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Use of Botulinum Toxin in Treating Rosacea: A Systematic Review

Authors Zhang H, Tang K, Wang Y, Fang R, Sun Q

Received 18 February 2021

Accepted for publication 30 March 2021

Published 30 April 2021 Volume 2021:14 Pages 407—417


Checked for plagiarism Yes

Review by Single anonymous peer review

Peer reviewer comments 3

Editor who approved publication: Dr Jeffrey Weinberg

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Hanlin Zhang,* Keyun Tang,* Yuanzhuo Wang, Rouyu Fang, Qiuning Sun

Department of Dermatology, Peking Union Medical College Hospital, Beijing, People’s Republic of China

*These authors contributed equally to this work

Correspondence: Qiuning Sun Tel +86-10-69156114
Fax +86-10-69156114
Email [email protected]

Background: Rosacea is a chronic skin disorder characterized by erythema, flushing, telangiectasia, papules and pustules, phymatous changes, and ocular involvement. The aim of this study was to examine all published research articles in which botulinum toxin was used to treat rosacea and to evaluate the efficacy and safety of this treatment.
Methods: PubMed, Embase, Cochrane Library, and Web of Science database were used to identify articles eligible for systematic review on March 26, 2021. Prospective or retrospective studies which directly used botulinum toxin to treat rosacea were included and reviewed.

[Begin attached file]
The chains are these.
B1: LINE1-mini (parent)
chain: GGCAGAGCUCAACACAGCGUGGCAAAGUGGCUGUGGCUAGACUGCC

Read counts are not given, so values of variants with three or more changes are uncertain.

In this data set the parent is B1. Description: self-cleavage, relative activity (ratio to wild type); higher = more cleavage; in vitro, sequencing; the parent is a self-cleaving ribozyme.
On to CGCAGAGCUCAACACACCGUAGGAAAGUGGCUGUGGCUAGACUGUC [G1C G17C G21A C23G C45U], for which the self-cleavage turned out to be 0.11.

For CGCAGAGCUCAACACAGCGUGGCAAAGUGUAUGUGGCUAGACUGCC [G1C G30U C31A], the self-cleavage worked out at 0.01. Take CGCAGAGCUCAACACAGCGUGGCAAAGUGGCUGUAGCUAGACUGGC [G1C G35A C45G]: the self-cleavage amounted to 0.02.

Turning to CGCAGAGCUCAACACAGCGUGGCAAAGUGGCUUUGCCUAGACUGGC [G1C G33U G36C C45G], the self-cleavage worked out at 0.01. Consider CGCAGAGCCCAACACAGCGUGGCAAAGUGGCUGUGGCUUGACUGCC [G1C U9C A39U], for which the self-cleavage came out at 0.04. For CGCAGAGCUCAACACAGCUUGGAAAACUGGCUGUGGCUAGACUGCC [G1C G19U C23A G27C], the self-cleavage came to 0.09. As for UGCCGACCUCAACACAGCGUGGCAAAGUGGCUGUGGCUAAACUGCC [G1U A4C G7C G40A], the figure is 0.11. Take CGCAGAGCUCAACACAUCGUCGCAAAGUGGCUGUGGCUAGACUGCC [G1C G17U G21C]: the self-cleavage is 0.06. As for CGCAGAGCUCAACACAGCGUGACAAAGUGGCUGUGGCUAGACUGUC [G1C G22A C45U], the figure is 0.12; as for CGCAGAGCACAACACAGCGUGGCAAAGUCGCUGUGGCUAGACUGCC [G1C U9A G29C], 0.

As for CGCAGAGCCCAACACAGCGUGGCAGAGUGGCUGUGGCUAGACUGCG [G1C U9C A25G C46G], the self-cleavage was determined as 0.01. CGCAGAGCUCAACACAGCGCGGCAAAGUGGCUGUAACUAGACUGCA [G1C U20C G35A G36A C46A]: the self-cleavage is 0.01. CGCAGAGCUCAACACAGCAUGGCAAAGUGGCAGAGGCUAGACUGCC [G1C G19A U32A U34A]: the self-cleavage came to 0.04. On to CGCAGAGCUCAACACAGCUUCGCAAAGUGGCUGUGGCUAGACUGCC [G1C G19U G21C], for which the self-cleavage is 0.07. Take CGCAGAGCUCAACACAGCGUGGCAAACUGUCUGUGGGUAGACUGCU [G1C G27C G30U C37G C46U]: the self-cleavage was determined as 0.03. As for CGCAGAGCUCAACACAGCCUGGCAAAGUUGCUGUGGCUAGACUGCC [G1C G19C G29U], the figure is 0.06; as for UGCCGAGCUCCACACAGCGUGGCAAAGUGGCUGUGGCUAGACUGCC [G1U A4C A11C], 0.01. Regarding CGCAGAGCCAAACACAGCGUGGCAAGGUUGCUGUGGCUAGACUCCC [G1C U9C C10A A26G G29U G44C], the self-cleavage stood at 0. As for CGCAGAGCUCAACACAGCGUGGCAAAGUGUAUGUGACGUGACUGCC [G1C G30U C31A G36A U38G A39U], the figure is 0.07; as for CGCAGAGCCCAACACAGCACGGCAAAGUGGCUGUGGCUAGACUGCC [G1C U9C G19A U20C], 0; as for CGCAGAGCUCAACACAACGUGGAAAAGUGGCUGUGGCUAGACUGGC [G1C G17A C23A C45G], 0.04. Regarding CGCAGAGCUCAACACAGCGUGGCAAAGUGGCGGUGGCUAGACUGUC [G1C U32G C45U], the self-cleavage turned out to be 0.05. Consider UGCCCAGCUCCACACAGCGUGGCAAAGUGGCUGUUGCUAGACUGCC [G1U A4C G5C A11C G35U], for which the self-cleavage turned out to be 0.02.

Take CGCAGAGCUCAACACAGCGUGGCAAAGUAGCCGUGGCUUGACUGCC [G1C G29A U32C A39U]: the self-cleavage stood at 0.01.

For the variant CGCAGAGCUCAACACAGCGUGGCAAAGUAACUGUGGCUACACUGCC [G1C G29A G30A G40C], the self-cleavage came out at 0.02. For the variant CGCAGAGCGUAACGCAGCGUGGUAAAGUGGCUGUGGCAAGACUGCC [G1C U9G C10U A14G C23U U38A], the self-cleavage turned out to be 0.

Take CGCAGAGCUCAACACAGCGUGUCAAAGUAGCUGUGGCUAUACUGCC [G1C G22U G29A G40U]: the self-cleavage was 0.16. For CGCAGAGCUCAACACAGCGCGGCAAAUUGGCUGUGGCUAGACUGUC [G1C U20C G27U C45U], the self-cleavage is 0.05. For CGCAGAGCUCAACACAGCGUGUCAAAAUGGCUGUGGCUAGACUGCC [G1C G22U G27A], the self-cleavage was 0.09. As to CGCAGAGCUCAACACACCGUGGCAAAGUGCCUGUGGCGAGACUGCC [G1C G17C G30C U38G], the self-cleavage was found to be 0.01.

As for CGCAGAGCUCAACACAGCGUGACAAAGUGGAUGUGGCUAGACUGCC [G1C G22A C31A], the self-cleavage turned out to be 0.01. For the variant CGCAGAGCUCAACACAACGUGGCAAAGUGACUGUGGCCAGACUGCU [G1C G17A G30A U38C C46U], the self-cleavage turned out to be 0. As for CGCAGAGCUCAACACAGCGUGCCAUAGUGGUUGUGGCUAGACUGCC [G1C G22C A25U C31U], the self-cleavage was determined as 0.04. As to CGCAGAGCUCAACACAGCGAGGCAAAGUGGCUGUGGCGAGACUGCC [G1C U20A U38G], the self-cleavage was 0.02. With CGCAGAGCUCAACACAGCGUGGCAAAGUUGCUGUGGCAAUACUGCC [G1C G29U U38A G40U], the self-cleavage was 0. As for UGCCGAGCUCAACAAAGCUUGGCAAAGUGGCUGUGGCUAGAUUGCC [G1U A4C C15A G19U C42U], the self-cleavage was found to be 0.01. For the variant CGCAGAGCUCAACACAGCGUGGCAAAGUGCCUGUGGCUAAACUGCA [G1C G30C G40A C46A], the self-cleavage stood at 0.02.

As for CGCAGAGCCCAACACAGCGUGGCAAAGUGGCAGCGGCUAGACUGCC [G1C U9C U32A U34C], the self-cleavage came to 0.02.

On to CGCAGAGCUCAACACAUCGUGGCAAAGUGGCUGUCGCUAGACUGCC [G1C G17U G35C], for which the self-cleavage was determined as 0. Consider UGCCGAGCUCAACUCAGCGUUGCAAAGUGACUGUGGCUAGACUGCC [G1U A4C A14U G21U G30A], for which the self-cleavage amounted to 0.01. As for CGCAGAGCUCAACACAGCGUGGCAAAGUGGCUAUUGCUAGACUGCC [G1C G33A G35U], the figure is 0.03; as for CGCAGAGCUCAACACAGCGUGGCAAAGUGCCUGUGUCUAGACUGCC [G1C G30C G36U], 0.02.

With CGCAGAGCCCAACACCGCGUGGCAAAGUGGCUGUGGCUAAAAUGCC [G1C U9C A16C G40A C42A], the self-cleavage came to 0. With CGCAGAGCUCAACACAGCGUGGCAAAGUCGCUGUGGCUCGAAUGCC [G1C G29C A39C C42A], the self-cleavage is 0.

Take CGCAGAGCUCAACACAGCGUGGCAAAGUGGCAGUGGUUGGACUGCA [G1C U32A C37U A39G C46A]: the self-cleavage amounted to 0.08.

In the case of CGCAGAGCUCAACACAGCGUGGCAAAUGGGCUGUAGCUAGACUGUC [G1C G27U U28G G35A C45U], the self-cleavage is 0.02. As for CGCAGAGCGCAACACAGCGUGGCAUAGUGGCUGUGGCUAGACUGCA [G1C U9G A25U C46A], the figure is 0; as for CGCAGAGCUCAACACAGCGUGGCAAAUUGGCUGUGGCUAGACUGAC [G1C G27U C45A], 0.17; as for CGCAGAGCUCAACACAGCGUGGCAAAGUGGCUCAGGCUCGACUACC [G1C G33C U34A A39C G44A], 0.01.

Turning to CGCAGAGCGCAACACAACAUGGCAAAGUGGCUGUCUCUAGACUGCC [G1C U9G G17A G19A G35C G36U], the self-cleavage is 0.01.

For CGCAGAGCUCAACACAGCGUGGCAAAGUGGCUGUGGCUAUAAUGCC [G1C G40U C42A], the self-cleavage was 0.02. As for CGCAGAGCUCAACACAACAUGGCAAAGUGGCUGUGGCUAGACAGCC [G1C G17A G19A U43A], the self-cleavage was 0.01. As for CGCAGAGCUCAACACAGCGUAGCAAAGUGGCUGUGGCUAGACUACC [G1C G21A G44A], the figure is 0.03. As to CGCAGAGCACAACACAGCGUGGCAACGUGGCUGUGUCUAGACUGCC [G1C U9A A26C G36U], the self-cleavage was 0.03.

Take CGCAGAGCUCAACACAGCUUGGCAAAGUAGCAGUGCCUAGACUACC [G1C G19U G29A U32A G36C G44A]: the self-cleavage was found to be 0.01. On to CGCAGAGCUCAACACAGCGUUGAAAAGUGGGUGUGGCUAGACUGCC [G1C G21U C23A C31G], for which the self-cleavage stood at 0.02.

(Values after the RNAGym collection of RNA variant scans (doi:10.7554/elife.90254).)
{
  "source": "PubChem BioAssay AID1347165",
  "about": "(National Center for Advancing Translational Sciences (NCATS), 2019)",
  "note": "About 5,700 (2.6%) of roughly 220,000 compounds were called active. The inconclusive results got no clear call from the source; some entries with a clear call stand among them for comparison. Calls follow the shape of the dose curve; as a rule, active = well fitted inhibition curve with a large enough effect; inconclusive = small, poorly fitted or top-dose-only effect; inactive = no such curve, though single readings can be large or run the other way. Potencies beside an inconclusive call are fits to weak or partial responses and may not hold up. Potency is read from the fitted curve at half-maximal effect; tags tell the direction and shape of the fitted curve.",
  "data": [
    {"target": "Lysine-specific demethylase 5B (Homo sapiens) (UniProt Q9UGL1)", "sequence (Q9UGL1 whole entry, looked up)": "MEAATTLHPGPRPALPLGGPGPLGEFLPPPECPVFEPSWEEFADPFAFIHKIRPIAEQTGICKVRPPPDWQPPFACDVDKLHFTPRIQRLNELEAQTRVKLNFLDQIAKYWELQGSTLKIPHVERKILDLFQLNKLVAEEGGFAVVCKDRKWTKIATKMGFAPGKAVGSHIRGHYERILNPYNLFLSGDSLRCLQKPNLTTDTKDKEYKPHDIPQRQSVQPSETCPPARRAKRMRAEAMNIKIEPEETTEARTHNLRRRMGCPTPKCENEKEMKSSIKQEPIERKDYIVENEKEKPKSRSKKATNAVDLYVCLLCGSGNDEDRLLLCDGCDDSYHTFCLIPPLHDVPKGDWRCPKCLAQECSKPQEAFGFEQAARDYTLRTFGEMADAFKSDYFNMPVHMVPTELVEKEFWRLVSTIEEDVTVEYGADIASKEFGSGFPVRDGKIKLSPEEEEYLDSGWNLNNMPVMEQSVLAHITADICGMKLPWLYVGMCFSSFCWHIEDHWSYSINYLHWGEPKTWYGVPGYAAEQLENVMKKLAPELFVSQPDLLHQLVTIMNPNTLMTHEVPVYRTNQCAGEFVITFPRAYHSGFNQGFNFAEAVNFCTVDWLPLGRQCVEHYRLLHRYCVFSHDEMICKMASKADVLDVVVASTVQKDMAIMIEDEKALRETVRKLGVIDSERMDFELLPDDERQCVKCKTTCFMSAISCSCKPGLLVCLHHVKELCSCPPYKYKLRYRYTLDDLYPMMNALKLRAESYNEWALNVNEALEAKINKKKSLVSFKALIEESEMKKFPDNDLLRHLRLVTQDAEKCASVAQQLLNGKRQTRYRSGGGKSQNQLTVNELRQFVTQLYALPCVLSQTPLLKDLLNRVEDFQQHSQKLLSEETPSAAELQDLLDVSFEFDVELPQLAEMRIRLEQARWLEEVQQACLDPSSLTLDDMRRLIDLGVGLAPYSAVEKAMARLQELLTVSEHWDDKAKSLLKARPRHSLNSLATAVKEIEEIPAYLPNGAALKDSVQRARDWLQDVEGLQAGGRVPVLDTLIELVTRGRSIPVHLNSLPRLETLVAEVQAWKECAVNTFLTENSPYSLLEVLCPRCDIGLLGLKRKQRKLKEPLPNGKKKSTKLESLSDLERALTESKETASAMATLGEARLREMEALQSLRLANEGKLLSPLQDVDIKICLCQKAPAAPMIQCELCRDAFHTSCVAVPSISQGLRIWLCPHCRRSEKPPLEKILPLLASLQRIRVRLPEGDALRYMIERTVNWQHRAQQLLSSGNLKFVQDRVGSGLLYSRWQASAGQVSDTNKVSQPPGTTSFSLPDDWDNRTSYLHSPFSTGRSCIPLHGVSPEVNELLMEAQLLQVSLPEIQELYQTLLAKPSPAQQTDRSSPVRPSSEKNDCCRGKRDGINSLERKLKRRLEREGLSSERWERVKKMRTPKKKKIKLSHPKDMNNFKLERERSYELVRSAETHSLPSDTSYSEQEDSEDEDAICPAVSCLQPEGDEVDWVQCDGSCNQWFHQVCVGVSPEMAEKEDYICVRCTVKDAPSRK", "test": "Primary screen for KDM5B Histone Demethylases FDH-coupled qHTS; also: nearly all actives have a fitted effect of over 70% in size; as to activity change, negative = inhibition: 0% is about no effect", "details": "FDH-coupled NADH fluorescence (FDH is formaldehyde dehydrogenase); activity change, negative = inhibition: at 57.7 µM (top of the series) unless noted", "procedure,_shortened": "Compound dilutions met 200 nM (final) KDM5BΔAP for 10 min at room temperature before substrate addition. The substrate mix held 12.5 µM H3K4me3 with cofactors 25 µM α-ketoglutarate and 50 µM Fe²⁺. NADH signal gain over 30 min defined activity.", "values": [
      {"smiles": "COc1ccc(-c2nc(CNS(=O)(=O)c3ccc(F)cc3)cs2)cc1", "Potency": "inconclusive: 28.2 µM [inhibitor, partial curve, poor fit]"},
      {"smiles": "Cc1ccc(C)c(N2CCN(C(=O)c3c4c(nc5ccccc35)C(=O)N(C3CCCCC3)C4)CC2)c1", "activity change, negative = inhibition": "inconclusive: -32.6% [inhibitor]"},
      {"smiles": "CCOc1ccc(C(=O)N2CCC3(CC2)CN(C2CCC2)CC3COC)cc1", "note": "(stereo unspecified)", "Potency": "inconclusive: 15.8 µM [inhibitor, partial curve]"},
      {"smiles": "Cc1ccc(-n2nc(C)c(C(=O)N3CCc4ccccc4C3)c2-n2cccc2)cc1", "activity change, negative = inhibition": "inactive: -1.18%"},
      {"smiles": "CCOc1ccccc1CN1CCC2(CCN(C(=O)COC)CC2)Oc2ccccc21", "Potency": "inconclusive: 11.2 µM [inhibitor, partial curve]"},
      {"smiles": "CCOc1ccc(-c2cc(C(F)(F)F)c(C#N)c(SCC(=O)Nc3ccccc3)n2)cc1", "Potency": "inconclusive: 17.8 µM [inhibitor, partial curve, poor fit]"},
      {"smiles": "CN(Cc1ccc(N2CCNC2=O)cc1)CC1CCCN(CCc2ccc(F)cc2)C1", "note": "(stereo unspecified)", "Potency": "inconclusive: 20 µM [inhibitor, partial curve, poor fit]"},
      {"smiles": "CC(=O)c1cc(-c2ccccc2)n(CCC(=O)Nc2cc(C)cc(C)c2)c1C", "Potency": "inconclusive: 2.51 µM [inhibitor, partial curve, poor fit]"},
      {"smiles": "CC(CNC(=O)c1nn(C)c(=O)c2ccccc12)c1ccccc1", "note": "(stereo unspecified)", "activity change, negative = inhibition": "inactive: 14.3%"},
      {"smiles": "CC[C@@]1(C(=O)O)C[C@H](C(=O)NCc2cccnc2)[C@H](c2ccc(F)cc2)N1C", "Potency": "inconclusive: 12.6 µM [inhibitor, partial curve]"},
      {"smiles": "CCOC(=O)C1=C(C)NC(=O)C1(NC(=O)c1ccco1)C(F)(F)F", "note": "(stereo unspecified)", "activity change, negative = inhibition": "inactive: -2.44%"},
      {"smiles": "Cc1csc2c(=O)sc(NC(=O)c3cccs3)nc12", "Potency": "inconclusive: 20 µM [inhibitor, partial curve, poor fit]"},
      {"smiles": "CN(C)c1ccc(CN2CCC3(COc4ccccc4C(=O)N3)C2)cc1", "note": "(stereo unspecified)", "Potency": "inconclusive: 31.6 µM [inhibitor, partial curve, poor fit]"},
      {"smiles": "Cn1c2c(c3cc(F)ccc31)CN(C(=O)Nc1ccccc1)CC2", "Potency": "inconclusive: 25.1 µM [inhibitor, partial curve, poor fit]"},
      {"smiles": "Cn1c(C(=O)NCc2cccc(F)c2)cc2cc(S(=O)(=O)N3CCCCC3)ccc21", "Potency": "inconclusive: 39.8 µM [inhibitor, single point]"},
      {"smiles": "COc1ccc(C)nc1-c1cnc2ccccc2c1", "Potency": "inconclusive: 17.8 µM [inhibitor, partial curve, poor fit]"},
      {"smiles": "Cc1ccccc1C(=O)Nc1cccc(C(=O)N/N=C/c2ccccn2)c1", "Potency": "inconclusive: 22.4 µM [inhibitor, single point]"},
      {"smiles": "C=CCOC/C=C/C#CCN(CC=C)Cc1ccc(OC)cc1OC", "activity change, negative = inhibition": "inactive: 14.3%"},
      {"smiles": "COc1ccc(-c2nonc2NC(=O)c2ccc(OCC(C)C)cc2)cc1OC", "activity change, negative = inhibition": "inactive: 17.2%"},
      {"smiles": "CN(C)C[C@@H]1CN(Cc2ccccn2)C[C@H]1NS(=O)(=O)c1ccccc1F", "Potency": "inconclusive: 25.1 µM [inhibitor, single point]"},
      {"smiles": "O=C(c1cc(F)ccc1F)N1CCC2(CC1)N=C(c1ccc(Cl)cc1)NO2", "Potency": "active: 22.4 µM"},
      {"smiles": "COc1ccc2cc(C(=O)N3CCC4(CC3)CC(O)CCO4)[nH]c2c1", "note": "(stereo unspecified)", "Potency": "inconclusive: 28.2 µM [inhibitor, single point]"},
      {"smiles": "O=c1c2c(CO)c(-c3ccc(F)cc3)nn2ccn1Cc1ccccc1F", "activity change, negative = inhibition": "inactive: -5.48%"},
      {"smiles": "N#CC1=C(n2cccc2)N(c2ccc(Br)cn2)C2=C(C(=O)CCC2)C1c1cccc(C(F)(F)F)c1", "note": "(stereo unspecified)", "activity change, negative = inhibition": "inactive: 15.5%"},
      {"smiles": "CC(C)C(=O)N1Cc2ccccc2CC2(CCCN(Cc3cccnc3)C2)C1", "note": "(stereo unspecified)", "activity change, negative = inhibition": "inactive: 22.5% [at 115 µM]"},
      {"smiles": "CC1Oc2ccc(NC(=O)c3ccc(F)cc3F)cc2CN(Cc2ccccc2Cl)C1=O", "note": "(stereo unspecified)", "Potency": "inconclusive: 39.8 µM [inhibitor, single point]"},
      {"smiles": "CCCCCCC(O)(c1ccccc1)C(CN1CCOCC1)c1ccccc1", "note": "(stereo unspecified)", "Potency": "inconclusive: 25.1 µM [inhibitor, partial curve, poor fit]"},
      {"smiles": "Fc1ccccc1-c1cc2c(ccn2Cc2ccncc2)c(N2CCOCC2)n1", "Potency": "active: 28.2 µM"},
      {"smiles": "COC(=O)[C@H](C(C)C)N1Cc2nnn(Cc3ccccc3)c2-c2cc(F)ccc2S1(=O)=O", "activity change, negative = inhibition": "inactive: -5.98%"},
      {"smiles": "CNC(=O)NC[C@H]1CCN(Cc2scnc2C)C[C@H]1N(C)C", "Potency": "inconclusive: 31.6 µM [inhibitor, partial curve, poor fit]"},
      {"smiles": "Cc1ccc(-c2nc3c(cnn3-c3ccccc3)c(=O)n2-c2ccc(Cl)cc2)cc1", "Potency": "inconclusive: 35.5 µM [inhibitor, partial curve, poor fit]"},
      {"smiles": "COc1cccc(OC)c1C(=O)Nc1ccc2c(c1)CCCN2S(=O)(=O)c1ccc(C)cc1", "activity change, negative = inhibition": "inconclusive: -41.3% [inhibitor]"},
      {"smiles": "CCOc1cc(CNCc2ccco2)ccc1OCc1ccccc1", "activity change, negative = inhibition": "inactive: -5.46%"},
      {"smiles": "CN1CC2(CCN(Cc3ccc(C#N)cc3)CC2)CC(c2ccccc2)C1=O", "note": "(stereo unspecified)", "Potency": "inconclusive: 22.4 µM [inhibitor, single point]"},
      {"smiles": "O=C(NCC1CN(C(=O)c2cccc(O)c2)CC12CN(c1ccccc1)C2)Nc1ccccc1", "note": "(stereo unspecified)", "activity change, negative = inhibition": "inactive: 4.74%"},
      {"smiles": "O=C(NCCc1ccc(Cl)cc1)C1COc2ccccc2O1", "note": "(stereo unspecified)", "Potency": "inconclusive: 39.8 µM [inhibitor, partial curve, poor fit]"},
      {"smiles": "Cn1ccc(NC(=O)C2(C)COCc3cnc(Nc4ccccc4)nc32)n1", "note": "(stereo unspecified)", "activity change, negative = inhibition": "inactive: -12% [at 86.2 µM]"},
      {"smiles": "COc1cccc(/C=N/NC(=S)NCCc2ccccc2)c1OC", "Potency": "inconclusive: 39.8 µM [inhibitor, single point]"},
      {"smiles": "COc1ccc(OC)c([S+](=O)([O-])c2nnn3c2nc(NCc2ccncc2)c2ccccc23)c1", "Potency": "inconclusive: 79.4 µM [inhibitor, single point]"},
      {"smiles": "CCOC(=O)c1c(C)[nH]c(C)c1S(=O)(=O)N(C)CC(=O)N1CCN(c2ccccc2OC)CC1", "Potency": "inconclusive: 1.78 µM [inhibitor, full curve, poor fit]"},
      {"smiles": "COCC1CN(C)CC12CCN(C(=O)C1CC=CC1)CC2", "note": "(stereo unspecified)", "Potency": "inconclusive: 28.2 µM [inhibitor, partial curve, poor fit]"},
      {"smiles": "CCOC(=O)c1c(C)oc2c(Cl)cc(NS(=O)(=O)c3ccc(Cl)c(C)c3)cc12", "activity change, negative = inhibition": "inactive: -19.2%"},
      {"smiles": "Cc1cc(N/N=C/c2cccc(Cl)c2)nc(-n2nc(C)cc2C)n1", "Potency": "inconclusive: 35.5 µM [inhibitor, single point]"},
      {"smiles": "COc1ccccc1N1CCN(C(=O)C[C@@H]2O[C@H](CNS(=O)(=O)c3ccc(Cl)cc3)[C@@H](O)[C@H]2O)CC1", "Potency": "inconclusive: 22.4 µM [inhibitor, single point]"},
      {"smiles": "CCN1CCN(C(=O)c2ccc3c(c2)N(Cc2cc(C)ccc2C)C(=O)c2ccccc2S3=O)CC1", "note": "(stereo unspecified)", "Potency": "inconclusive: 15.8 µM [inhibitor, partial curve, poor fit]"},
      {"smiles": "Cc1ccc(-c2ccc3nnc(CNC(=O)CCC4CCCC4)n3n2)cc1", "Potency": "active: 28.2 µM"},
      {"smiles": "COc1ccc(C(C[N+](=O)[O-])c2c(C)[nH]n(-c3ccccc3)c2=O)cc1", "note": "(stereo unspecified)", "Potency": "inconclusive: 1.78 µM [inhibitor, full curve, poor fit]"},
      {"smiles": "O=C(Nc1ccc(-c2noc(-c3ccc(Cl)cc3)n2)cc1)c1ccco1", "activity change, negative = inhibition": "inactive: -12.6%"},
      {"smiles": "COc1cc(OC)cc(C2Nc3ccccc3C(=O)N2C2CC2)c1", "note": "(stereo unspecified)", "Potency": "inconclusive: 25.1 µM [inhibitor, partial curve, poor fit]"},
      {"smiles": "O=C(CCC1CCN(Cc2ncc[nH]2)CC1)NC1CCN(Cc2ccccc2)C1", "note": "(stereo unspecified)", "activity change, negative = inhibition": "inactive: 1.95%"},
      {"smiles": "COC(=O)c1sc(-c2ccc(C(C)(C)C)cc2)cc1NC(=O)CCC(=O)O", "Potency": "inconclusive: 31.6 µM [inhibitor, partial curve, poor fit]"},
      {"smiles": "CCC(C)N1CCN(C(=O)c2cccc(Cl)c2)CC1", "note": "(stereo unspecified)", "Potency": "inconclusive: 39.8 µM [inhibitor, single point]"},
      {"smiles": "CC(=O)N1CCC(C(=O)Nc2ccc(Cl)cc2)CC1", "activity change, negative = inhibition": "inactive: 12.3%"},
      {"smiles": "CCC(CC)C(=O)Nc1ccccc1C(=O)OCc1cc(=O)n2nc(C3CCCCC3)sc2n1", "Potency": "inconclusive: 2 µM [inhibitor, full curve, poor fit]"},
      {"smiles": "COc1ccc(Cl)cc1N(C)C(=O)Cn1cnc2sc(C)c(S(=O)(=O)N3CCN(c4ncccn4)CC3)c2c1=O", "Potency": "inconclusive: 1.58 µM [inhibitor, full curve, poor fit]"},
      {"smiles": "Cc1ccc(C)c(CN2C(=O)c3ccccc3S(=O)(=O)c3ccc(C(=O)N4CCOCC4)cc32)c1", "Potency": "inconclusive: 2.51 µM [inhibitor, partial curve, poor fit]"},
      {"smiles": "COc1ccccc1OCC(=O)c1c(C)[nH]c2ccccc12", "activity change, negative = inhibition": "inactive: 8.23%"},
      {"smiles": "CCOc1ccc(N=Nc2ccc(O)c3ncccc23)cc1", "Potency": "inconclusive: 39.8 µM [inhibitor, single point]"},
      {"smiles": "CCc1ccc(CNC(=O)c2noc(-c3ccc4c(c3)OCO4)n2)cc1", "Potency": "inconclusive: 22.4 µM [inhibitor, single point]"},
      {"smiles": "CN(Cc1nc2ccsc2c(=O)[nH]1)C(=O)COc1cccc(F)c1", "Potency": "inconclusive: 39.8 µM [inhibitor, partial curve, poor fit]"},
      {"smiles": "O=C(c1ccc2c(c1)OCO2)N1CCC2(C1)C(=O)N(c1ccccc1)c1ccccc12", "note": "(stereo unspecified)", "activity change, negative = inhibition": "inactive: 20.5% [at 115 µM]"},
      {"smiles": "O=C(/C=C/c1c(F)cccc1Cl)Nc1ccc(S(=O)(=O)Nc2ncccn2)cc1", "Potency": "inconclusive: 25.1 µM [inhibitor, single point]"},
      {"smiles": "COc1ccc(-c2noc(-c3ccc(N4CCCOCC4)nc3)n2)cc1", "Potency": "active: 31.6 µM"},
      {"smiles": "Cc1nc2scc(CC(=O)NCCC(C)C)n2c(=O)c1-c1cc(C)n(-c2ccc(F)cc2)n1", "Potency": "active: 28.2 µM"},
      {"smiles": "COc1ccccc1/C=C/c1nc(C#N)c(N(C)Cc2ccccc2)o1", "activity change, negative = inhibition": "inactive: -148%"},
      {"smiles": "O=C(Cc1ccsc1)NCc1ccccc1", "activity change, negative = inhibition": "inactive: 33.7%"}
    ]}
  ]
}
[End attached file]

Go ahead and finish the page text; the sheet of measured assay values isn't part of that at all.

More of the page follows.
Results: Nine studies were included in this systematic review. Two were randomized controlled trials, graded as Level 2 for the quality of evidence. The total number of participants was 130, and the number of participants in each study ranged from 1 to 25. The improvement was observed in all studies in signs and symptoms compared with baseline. Adverse events were transitory and self-limited.
Conclusion: Botulinum toxin could have overall satisfying efficacy and safety in the treatment of rosacea, though limited by small sample size, imperfect study design, and short follow-up visits.

Keywords: botulinum toxin, rosacea, systematic review


Rosacea is a chronic skin disorder characterized by erythema, flushing, telangiectasia, papules and pustules, phymatous changes, and ocular involvement.1–5 In 2012, a standard classification system for rosacea was developed by the National Rosacea Society Expert Committee. Four distinct subtypes of rosacea were established: erythematotelangiectatic, papulopustular, phymatous, and ocular rosacea.6 In 2017, a phenotype-based approach for diagnosis and classification of rosacea was recommended, in which persistent centrofacial erythema and phymatous changes were two diagnostic features.7,8 Facial rosacea may affect one’s professional, social, and family life. Skin care, sun protection, laser and pulsed light, topical or oral medications are major interventions for rosacea patients.9–11 However, treatment for severe or refractory rosacea remains challenging for dermatologists.12,13